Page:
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(News Focus) N. Korea doubles down on push for nukes and attack on U.S. amid isolation

2016/07/27 03:39

By Koh Byung-joon

VIENTIANE, Laos, July 27 (Yonhap) -- Against its deepening isolation from the international community, North Korea seems to have chosen to double down on its push for nuclear weapons, while blaming the U.S. and South Korea for what it sees as "worsening situations" on the peninsula, observers said Wednesday.

On Tuesday, North Korean Foreign Minister Ri Yong-ho held a press conference on the sidelines of a regional security gathering where he argued the North has to stay alert, citing heightened pressure on Pyongyang both militarily and economically.

Ri came to Laos on Sunday to attend the ASEAN Regional Forum, a rare international security consultation attended by North Korea and other member countries of the long-halted six-party talks aimed at ending the North's nuclear program. ASEAN is the Association of Southeast Asian Nations.

He said that his trip to Laos is aimed at letting other countries know the current situation on the peninsula and drumming up their cooperation.

"In a nutshell, my purpose is to draw global attention to what is happening on the Korean Peninsula," Ri said. "Current situations could turn for the gravely worse."

   He singled out the U.S. for making the situation worse and cited what it called military pressure and increased nuclear threats.

"It is the U.S.' hostile policy that is making the current situations worse," Ri said. "The problem is that its hostile policy is getting severe and the prime example can be found in the increased military pressure and nuclear threats."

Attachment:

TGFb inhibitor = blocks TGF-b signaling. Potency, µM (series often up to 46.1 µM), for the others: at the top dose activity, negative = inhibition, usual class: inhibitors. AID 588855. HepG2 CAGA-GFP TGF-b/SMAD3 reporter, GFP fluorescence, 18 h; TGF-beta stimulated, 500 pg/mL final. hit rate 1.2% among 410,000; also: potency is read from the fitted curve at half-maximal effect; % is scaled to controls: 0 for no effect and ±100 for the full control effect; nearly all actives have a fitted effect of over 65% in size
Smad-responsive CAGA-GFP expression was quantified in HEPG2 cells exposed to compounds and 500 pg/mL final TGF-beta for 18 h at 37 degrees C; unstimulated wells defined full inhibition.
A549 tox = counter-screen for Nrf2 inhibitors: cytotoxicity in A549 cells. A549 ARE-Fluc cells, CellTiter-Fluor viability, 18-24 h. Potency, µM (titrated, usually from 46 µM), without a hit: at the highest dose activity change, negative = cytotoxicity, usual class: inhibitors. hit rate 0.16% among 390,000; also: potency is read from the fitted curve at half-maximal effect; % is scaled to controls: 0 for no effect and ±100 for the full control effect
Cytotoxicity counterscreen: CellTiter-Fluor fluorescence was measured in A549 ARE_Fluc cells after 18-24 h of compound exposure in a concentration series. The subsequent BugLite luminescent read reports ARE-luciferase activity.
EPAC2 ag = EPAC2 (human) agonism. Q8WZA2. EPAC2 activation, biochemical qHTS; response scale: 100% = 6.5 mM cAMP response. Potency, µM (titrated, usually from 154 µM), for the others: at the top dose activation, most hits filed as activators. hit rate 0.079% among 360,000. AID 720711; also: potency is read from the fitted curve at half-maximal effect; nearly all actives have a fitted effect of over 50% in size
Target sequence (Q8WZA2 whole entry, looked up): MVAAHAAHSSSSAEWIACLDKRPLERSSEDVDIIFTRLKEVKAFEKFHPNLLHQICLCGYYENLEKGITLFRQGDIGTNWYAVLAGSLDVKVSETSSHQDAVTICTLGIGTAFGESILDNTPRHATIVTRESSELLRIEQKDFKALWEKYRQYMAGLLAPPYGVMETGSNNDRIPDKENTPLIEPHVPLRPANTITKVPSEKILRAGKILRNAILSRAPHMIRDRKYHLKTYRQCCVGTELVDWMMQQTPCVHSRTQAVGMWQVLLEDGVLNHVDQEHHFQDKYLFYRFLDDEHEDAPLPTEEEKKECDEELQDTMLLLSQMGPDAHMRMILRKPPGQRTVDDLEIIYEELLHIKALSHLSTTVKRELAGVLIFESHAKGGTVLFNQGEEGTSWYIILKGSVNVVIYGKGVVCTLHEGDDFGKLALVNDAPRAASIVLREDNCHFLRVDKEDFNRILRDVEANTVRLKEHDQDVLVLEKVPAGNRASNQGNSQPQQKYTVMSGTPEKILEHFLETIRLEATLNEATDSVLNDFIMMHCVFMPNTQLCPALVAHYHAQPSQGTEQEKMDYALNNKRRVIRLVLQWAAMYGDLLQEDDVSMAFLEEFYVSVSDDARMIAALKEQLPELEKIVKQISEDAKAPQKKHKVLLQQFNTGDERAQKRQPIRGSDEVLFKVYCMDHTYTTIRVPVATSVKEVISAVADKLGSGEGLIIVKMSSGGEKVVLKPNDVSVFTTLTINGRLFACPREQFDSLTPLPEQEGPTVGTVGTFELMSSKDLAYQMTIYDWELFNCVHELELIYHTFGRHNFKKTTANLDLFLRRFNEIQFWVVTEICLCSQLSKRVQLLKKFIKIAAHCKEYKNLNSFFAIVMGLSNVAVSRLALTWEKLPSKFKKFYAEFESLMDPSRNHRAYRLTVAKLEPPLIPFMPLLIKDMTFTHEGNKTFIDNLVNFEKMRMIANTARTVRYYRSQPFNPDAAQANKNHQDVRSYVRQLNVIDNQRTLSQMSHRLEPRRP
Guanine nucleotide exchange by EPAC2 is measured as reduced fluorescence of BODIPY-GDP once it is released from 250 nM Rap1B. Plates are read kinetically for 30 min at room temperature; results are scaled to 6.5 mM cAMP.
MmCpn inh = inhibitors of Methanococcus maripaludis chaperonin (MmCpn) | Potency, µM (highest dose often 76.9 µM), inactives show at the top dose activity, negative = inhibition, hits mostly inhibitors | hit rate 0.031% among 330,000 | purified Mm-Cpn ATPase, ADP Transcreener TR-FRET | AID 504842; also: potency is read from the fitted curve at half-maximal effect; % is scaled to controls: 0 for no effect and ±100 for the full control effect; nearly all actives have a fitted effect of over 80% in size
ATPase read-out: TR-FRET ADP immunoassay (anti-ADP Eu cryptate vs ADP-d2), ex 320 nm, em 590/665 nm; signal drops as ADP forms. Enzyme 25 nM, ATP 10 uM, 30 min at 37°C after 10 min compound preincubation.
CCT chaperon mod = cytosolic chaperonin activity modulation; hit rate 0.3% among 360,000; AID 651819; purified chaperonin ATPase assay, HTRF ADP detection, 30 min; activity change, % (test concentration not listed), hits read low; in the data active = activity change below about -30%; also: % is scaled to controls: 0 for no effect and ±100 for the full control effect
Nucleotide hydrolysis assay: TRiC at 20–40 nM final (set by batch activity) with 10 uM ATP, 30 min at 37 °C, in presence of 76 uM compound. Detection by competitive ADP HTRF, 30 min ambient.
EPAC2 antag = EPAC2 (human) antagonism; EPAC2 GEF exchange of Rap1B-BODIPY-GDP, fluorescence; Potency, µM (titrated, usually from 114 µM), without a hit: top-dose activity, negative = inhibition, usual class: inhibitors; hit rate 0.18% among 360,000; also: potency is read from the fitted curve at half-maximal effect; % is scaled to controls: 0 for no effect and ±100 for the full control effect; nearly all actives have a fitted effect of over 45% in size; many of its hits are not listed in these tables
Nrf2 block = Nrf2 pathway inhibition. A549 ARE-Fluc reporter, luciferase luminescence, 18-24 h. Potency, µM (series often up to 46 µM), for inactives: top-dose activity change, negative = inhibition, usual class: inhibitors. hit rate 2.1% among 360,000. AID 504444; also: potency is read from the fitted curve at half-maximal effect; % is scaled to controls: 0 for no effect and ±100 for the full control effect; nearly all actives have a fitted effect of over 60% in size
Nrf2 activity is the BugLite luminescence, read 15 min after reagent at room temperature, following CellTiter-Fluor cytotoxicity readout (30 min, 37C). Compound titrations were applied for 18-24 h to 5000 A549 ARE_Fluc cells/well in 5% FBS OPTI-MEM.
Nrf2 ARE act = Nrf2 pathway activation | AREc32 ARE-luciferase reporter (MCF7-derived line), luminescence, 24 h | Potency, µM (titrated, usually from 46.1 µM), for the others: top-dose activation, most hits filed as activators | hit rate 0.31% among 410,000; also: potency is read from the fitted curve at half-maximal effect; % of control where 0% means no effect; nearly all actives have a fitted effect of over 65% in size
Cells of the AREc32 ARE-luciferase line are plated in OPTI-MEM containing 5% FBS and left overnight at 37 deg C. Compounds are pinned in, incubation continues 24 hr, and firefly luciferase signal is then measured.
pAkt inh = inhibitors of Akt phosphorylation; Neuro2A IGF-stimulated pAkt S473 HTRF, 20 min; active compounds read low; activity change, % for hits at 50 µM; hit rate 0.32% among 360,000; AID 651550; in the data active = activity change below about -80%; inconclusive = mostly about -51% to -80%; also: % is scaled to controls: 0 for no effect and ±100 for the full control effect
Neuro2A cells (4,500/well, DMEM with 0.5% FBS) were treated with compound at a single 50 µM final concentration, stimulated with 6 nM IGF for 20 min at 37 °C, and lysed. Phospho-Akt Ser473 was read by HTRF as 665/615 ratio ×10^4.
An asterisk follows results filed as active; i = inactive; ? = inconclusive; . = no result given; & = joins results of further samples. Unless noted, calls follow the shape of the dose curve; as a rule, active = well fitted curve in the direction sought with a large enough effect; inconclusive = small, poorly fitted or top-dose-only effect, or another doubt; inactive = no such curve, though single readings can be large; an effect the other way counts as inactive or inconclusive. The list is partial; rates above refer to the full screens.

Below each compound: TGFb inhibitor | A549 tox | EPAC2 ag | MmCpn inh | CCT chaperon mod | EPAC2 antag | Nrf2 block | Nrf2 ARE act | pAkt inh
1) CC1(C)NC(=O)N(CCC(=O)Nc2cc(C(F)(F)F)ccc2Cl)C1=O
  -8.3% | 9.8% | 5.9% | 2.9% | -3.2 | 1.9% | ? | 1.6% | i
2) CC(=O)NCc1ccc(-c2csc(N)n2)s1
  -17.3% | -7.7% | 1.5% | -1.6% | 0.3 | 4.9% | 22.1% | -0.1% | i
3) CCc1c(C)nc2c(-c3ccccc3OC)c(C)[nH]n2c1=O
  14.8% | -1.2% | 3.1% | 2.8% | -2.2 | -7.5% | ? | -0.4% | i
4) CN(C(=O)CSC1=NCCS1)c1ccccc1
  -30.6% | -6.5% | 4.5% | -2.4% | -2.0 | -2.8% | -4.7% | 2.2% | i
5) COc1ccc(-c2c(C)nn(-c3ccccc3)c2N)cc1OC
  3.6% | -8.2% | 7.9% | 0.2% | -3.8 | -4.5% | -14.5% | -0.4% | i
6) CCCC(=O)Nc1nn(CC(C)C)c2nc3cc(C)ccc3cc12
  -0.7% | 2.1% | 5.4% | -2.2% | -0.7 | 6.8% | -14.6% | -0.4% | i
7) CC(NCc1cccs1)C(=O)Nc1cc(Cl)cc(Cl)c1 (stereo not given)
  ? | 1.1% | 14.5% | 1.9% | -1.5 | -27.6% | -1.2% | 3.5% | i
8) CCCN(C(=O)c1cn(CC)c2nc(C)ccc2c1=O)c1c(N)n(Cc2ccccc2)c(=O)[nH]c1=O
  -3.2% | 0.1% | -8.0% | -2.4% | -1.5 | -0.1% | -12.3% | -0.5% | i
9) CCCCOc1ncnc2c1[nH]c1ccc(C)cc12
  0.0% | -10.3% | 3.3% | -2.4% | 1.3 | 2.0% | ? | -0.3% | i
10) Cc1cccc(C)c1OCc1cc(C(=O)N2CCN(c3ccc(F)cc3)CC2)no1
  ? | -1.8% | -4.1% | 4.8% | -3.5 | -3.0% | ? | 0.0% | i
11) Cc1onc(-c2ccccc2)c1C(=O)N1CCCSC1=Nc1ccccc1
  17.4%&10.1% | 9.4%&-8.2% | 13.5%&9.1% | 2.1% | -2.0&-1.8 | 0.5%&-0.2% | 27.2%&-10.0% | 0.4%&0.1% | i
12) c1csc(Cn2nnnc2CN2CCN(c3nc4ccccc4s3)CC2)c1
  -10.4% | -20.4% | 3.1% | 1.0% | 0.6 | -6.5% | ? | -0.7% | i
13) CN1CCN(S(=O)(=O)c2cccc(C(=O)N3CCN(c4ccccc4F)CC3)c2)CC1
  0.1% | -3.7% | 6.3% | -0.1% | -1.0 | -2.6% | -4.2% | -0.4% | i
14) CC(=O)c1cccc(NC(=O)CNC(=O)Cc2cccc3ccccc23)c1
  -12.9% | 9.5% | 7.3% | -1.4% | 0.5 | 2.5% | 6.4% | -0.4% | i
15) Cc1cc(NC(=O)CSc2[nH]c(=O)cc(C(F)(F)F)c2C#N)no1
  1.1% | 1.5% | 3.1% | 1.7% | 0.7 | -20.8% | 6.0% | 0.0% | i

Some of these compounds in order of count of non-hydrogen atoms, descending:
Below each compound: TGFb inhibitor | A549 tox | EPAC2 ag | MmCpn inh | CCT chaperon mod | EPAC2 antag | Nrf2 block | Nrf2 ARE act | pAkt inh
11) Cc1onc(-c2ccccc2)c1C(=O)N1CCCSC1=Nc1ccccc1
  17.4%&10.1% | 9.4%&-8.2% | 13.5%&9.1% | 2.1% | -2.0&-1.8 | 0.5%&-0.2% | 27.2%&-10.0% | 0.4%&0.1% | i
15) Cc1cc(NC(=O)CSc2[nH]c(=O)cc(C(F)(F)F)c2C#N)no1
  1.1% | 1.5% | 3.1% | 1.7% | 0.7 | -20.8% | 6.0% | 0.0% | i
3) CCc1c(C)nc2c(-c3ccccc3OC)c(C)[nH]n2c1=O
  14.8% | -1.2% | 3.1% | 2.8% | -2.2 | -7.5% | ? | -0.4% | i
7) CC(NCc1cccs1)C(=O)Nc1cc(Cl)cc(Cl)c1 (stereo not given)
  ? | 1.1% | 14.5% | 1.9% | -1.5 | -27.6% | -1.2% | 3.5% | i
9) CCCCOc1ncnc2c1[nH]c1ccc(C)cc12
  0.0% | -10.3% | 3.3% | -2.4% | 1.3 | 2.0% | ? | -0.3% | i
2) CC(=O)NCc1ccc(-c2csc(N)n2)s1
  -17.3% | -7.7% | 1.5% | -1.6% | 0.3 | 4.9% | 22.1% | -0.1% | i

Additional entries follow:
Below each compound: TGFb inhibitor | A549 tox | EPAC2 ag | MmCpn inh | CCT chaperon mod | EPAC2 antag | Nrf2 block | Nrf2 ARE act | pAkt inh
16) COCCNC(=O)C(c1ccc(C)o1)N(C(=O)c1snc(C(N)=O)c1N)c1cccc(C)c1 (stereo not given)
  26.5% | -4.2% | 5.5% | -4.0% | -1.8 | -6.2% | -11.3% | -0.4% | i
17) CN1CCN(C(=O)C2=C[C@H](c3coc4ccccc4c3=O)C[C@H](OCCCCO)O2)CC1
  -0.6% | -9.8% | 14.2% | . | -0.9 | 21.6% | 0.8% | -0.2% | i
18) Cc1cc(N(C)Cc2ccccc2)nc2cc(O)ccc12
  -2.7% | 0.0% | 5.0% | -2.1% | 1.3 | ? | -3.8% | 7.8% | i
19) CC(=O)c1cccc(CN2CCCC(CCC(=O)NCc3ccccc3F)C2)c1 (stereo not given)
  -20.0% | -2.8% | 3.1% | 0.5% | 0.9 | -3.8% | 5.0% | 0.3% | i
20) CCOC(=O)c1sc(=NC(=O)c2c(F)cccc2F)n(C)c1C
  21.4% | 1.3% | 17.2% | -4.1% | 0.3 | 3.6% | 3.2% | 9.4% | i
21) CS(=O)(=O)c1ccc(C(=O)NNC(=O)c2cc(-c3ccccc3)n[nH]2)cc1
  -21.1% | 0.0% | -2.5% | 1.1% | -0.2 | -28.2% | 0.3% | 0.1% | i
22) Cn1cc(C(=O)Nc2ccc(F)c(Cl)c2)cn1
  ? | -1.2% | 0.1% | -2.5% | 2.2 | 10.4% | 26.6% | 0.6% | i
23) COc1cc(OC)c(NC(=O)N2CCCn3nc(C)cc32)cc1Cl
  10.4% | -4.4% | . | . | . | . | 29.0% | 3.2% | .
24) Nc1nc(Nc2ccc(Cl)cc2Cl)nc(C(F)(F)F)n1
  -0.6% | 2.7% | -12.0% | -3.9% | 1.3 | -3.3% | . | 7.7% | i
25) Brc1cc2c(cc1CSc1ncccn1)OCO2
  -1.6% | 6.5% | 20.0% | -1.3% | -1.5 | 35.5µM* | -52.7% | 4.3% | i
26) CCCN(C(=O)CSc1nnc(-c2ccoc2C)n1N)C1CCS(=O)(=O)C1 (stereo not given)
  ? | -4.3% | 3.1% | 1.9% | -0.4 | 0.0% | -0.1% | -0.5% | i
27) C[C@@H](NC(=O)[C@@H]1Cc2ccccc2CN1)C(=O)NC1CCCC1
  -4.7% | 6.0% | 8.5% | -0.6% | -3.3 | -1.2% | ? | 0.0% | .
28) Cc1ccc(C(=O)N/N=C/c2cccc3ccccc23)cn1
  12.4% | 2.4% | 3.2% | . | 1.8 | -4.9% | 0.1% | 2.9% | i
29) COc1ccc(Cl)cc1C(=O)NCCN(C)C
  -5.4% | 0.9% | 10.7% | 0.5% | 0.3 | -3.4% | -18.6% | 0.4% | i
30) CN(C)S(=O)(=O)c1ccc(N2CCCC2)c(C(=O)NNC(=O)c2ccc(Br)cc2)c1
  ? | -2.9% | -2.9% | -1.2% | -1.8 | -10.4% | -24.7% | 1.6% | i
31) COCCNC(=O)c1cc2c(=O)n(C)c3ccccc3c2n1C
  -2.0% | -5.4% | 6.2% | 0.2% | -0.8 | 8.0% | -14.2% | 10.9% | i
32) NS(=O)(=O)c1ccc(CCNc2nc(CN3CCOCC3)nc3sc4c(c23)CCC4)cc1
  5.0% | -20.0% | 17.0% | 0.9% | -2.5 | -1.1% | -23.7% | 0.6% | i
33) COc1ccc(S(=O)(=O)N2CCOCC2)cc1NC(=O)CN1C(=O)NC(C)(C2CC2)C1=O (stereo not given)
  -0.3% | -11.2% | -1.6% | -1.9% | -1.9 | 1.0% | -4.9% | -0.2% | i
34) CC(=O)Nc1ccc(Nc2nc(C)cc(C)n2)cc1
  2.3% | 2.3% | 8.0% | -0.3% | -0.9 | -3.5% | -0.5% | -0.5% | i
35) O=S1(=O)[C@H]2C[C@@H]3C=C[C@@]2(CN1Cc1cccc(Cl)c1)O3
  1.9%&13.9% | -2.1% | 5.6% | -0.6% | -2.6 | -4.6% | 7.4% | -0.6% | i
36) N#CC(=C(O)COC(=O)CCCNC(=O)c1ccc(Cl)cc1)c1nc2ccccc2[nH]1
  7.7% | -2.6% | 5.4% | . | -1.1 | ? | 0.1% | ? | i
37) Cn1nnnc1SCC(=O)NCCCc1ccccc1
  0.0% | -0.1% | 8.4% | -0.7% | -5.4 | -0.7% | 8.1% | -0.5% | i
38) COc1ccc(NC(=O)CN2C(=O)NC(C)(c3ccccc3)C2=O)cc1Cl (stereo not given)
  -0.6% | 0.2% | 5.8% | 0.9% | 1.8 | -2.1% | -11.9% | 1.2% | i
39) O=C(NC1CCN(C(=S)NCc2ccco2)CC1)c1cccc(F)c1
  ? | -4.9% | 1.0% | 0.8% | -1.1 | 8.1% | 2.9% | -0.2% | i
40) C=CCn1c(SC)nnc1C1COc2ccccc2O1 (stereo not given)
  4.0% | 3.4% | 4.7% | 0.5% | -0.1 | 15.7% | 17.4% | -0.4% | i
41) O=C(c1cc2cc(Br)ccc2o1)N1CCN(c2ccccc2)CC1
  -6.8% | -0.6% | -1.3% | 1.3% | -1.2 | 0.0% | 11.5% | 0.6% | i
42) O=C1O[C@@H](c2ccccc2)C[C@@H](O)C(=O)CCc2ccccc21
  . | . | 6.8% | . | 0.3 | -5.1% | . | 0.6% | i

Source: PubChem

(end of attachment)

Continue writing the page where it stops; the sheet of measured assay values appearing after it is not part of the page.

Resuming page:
"Another can be found in its economic isolation policy aimed at restricting our economic development. Recently, this has come to the point where (the U.S) carried out the biggest hostile act by insulting our 'greatest dignity' by taking issue with the so-called human rights," he added.

He apparently referred to the U.S. move on July 7 to impose sanctions on North Korean leader Kim Jong-un over human rights abuses in an unprecedented, highly symbolic measure underscoring Washington's determination to drive up pressure on Pyongyang.

This is in addition to the toughened sanctions the U.S. imposed on the North for nuclear and missile tests earlier this year.

This year's ARF comes amid heightened tensions caused by the North's fourth nuclear test in January, followed by repeated launches of ballistic missiles in the following months. Adding to that have been mounting concerns that the North might be preparing for a fifth nuclear test.

"Our stance on nuclear weapons is clear. We, as a responsible nuclear state, will not use them as long as we are not threatened," he said.

Ri, who took office as the North's top diplomat in May, made the most of a rift between China and South Korea.

On Monday, he held bilateral talks with Chinese Foreign Minister Wang Yi, the first ARF meeting between the two in two years. They didn't have talks during the previous ASEAN gathering in Malaysia last year.

The meeting came as China is moving to forge better ties with Pyongyang after its relations with South Korea soured with the South's decision to deploy an advanced U.S. missile defense system.

The rift was highlighted further when Chinese Foreign Minister Wang said in talks with his South Korean counterpart, Yun Byung-se, that the foundation of trust has been hurt due to Seoul's joint decision to deploy the Terminal High Altitude Area Defense system.

Beijing has objected to its deployment on worries that it could undermine its security. Seoul has said that it is solely aimed at countering threats from the North.

With regard to THAAD, Ri called it the "U.S.' key strategic asset," saying that this raises "serious concerns" that make it necessary for the North to stay alert and militarily ready.

kokobj@yna.co.kr

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